If you are playing casually, you may not care too much about smashing every crate or speed running a level as fast as you can. If you are a collectionist however, you will certainly spend a fair share of your time dying between checkpoints because you missed something. The collectionists will surely get their money’s worth as regards to time spent playing this game. Between the three games, there are about 100 levels including two new levels that were added as DLC to the PS4 version and were removed from the original games. Each Game has its own Save/Load slots plus an autosave feature. So you can jump between each game without worrying about losing progress on the other games, providing you save before Switch games of course.
Each level has a particular theme like prehistoric, underwater, middle ages and so on and has enemies and hazards representative of them. For example, the Middle Ages levels have sword swinging knights and spell casting wizards. The underwater levels have sharks and anchored mines and so on. Crash can lose a life with a single touch of an enemy or hazard but if he has found an Aku Aku mask, he gains himself a lifeline of being able to sustain another hit. Doing so will remove the Aku Aku mask so you will still be vulnerable until you find another. Some levels have up to three Aku Aku mask and when combined, rewards Crash with temporary invincibility that allows him to defeat enemies and destroy crates with a single touch. It is worth avoiding getting hit by enemies just to get all three masks as it the temporary invulnerability will gain you considerable headway on the given course.
Crash isn’t the only playable character, though he is the predominant one. His sister Coco is sometimes playable on certain levels and in some games, she is a swappable character after playing a certain number of levels. Though Crash Bandicoot suffers from lack of co-op multiplayer. Players can always take it in turns every time someone dies and with the extra option of play as Coco on some levels adds a little variety.
As regards to controls, the remaster has had some adjustments but the core mechanics are the same. The movement controls of the original trilogy, were designed with the Sony PlayStation’s D-Pad, as the dual analog controllers were not released until after the first game launched. The movement can be a little stiff at times, especially on the vehicle/animal riding levels. Perception plays a key part in these games as you do have to carefully judge each jump as it is very easy to fall short. The 2D side-on sections are okay but the in-to-screen and out of screen sections do take some calculated manoeuvres.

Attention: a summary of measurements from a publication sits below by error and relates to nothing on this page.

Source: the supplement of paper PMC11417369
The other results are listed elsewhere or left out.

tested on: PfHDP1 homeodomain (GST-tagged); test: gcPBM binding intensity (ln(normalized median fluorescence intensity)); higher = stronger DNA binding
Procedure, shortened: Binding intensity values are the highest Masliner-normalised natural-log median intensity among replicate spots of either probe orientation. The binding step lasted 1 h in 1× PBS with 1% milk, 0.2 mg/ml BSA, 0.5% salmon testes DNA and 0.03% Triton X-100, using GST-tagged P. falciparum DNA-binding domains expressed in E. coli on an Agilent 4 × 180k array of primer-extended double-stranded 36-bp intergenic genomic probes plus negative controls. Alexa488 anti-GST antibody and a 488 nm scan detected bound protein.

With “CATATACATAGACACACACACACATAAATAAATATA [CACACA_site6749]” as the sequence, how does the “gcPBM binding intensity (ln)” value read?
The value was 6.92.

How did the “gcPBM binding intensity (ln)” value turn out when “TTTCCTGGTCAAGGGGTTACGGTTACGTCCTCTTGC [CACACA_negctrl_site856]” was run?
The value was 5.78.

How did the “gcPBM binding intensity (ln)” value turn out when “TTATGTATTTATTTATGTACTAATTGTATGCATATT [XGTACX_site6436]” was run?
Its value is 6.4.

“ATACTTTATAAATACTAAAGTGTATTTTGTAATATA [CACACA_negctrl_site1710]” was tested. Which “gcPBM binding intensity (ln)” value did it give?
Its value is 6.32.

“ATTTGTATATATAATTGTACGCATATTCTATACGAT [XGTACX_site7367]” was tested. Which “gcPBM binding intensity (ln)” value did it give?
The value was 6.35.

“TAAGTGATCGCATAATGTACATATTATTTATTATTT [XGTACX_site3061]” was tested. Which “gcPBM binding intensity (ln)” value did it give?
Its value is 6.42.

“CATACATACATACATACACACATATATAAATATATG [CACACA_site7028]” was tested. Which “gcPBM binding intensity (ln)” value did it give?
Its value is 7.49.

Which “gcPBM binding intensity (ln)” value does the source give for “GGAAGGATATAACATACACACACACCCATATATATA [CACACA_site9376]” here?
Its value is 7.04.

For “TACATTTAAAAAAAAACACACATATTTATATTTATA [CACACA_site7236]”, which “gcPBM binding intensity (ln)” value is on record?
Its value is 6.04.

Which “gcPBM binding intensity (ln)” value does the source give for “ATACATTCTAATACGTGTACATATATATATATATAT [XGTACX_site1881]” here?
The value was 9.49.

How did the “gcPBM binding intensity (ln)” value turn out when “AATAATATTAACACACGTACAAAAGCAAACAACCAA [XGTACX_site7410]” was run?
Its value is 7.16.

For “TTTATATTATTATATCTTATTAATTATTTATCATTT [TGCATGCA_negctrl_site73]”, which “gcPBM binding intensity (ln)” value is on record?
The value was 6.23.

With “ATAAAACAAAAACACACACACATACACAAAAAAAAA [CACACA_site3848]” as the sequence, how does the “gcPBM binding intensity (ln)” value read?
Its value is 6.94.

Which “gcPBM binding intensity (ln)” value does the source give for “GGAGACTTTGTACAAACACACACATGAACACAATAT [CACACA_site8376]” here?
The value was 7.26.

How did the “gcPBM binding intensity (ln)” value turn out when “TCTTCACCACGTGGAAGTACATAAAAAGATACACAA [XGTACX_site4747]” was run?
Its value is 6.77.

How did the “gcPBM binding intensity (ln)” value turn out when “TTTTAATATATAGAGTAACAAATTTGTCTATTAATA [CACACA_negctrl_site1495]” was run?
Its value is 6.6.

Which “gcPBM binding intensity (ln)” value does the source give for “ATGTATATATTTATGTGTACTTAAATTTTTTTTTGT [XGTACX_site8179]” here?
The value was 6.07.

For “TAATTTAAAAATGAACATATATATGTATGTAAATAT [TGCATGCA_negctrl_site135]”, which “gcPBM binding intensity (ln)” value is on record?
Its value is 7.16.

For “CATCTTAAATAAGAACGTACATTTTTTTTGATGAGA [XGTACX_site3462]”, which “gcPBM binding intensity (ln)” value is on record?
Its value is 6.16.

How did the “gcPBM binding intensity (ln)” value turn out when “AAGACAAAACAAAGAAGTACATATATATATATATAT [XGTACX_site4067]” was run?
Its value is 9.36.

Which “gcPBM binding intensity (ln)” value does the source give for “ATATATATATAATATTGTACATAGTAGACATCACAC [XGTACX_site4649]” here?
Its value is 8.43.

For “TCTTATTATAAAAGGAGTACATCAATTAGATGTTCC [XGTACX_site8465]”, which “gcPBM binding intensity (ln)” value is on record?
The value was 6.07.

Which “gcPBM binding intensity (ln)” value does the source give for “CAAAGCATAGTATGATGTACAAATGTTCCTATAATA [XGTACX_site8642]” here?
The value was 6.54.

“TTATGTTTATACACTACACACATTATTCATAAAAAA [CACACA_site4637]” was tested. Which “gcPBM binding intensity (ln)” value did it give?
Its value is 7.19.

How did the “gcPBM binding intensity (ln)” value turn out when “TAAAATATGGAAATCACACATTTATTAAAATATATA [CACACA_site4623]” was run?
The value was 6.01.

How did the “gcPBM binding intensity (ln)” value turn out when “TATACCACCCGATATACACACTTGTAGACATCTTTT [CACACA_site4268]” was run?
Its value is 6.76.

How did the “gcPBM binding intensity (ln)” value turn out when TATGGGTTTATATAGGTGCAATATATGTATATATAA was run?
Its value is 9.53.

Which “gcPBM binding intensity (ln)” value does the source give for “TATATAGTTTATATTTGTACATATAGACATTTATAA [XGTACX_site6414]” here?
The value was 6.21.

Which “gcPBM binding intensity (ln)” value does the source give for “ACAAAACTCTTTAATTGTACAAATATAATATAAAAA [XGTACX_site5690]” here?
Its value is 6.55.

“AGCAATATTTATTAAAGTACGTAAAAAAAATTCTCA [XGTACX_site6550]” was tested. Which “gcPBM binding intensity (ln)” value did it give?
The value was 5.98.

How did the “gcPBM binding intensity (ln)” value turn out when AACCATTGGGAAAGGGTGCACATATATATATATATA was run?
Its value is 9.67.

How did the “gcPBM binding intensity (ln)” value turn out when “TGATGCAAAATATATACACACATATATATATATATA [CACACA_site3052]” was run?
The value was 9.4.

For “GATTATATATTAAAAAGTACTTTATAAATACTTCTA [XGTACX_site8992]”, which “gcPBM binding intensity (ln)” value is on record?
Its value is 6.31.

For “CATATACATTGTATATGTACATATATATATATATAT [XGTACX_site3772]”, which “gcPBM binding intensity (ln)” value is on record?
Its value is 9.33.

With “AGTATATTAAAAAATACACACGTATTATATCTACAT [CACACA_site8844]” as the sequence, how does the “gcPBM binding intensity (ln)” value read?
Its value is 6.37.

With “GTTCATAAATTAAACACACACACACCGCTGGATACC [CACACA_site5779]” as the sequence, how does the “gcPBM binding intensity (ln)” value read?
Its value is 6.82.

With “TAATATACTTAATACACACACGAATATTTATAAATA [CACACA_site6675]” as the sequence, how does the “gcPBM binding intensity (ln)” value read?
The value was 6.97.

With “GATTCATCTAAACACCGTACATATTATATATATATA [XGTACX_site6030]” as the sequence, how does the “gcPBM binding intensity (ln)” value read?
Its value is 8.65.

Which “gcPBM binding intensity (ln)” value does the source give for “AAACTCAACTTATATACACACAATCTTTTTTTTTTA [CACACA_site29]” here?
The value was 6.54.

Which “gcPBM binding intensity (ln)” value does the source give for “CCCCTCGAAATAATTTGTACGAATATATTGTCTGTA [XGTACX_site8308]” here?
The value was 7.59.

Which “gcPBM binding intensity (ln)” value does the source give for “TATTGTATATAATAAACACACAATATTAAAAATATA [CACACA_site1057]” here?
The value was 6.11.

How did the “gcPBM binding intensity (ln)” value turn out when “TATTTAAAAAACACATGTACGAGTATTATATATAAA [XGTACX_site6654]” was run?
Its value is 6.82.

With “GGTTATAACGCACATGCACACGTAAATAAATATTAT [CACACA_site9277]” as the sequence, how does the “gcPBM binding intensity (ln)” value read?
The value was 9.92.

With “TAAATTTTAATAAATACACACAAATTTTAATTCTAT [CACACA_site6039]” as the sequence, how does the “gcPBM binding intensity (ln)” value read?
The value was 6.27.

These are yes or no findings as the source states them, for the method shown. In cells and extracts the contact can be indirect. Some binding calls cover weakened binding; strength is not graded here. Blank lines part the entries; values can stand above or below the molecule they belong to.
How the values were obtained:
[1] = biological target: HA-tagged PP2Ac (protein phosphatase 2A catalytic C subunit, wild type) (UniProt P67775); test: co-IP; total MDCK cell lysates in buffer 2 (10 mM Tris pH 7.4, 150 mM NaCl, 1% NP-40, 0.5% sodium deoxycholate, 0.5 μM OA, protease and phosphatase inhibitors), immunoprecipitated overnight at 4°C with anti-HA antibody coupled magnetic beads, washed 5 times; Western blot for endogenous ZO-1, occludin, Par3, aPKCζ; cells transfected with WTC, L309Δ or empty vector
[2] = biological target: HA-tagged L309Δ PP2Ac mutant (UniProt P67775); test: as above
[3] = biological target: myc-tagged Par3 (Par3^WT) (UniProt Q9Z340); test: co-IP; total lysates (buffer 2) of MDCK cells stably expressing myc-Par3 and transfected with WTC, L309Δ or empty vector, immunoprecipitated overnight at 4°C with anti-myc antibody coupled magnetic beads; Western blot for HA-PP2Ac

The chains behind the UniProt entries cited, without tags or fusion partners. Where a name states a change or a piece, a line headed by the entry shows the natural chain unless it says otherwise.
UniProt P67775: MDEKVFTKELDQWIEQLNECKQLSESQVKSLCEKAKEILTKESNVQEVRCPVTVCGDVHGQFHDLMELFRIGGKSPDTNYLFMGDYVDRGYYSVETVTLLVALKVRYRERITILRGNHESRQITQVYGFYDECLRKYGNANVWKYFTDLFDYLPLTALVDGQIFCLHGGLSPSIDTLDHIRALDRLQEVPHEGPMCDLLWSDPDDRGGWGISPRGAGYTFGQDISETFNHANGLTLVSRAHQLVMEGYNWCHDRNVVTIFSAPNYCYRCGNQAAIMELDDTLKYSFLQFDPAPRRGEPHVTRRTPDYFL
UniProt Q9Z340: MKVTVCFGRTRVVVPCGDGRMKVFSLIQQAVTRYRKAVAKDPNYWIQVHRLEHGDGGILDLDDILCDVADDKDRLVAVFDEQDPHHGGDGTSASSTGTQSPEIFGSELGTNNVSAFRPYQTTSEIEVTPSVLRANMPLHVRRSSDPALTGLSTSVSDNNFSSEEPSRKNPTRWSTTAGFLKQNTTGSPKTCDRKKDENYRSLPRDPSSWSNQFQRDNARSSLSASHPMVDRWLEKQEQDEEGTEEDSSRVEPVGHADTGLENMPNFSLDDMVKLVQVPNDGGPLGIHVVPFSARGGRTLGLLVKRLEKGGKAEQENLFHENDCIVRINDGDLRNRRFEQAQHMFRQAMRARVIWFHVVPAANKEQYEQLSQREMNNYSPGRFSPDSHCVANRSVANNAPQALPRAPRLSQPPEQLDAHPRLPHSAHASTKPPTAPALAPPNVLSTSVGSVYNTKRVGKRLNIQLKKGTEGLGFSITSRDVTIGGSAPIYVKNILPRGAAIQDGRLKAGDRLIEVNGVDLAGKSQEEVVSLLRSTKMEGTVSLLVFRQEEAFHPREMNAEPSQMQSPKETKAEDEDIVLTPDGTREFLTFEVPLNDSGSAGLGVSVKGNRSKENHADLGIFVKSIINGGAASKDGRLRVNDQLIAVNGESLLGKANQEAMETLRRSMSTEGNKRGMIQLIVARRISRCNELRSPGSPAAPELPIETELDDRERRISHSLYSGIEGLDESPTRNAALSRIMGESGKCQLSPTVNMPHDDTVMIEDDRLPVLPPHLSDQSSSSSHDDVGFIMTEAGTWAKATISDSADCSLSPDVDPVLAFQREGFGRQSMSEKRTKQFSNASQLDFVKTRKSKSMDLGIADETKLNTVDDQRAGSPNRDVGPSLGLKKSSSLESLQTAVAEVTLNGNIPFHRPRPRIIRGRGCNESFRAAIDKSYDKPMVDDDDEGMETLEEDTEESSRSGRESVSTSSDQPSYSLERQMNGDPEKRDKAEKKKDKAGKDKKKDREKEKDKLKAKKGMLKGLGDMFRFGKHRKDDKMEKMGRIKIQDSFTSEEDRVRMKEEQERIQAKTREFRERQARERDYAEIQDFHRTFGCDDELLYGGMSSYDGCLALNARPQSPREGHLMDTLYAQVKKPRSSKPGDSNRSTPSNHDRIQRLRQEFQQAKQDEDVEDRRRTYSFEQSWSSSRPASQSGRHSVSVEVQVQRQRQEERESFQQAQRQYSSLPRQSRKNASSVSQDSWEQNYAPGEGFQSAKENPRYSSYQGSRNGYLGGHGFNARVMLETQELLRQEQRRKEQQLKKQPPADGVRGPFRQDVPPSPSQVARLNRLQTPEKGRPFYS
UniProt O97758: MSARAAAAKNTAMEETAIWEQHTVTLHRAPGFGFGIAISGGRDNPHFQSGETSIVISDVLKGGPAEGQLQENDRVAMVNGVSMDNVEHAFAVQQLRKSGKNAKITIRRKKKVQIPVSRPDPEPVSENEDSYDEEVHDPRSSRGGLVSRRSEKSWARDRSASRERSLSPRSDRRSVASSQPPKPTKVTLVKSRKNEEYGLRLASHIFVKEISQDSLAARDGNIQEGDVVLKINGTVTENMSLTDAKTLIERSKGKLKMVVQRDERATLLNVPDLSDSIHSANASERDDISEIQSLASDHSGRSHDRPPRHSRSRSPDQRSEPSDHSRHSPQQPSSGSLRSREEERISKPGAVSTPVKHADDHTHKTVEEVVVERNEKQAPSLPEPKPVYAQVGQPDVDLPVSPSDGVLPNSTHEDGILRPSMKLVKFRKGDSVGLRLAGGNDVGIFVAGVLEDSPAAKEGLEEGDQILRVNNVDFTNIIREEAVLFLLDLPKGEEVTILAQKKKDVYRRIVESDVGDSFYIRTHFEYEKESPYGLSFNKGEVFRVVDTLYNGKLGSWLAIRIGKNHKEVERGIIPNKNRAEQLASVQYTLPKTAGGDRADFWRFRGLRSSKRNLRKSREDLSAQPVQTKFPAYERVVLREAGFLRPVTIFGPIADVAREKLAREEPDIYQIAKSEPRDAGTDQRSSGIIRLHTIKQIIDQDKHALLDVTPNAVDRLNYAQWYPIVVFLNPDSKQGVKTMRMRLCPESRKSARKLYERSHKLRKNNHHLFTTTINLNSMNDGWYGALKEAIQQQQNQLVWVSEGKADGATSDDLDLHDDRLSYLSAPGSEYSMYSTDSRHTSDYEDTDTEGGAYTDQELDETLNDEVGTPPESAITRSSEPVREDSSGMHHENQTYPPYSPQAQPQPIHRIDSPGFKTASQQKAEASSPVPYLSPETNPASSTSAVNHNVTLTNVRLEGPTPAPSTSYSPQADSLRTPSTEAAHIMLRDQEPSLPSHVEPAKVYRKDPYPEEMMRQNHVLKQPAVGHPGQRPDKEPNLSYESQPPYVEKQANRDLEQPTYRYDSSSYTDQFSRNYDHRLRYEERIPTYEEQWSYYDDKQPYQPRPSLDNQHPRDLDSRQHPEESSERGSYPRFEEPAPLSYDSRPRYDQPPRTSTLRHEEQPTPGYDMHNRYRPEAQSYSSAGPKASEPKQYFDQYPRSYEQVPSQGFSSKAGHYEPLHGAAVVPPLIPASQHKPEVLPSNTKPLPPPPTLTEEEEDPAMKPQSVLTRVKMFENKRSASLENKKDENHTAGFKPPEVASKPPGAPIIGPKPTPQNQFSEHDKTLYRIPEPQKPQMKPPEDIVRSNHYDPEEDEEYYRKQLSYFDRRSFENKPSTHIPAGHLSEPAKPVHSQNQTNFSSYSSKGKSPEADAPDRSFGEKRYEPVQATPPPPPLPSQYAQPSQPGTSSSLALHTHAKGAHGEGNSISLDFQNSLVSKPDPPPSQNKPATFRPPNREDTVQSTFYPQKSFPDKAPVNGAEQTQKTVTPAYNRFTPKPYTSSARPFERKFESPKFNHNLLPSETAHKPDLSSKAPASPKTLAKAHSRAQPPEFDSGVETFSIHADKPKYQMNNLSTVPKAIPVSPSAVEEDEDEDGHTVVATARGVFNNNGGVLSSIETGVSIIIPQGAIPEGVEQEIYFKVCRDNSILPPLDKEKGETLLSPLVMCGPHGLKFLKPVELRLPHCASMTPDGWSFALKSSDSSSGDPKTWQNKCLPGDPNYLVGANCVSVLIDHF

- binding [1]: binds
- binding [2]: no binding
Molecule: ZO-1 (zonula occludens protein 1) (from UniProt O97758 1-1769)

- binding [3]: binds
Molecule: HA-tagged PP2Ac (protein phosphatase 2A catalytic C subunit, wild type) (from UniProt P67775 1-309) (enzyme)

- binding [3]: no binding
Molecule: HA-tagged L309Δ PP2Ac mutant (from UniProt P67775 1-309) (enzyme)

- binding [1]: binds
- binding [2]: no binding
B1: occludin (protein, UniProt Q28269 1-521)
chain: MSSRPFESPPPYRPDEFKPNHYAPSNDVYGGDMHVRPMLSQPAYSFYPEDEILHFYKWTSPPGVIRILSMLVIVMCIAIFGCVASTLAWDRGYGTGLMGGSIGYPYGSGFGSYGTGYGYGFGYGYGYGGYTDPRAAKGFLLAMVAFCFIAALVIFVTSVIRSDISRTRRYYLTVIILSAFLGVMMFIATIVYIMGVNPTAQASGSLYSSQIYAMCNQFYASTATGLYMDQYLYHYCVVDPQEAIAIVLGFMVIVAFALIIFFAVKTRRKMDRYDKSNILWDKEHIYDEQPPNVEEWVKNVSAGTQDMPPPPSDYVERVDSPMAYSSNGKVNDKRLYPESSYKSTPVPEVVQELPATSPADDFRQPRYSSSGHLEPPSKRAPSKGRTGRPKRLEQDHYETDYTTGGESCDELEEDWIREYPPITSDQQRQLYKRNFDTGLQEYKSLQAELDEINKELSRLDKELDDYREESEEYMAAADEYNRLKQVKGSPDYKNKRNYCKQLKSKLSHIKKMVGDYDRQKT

To be fair, Crash Bandicoot N. Sane Trilogy, brings back gaming of yesterday and the graphical spit polish helps to give the game a fighting chance against the many beautiful looking games already on the market. Game performance has had some sacrifices and it is noticeable in handheld mode. The FPS does dip every now and again especially when there are quite a few instances being rendered at the same time. The Switch is a remarkable machine and it is incredible what it can put out with a little optimization. Compared to the original trilogy, the Switch version is a huge improvement but it does pale graphically in comparison to the PS4 and Xbox One versions. However, The PS4 and Xbox One are not as portable as the Nintendo Switch so you do have the added benefit of playing Crash Bandicoot wherever you want.
Three games in one package is always a bargain if the games are any good and I like to think that the Crash Bandicoot series still holds up today and I am not disappointed with spending $40 on the game. There is plenty to get stuck into and there is a little something for the casual gamer and the completionists. Every level has a relatively different theme from the other and though gameplay could be considered repetitive, there are some levels that break up the monotony by throwing in rideable animals or vehicles or secret routes to hidden gems. Whilst it is true that the more definitive version of Crash Bandicoot N. Sane Trilogyare perhaps the PS4 and Xbox version due to being better graphically. The Switch still provides the same exact gameplay and allows the adventures of Crash and Coco to be enjoyed anywhere.
*Game was bought personally and not provided by Activision
Should you wish to check out another of our reviews, you can do so by clicking here.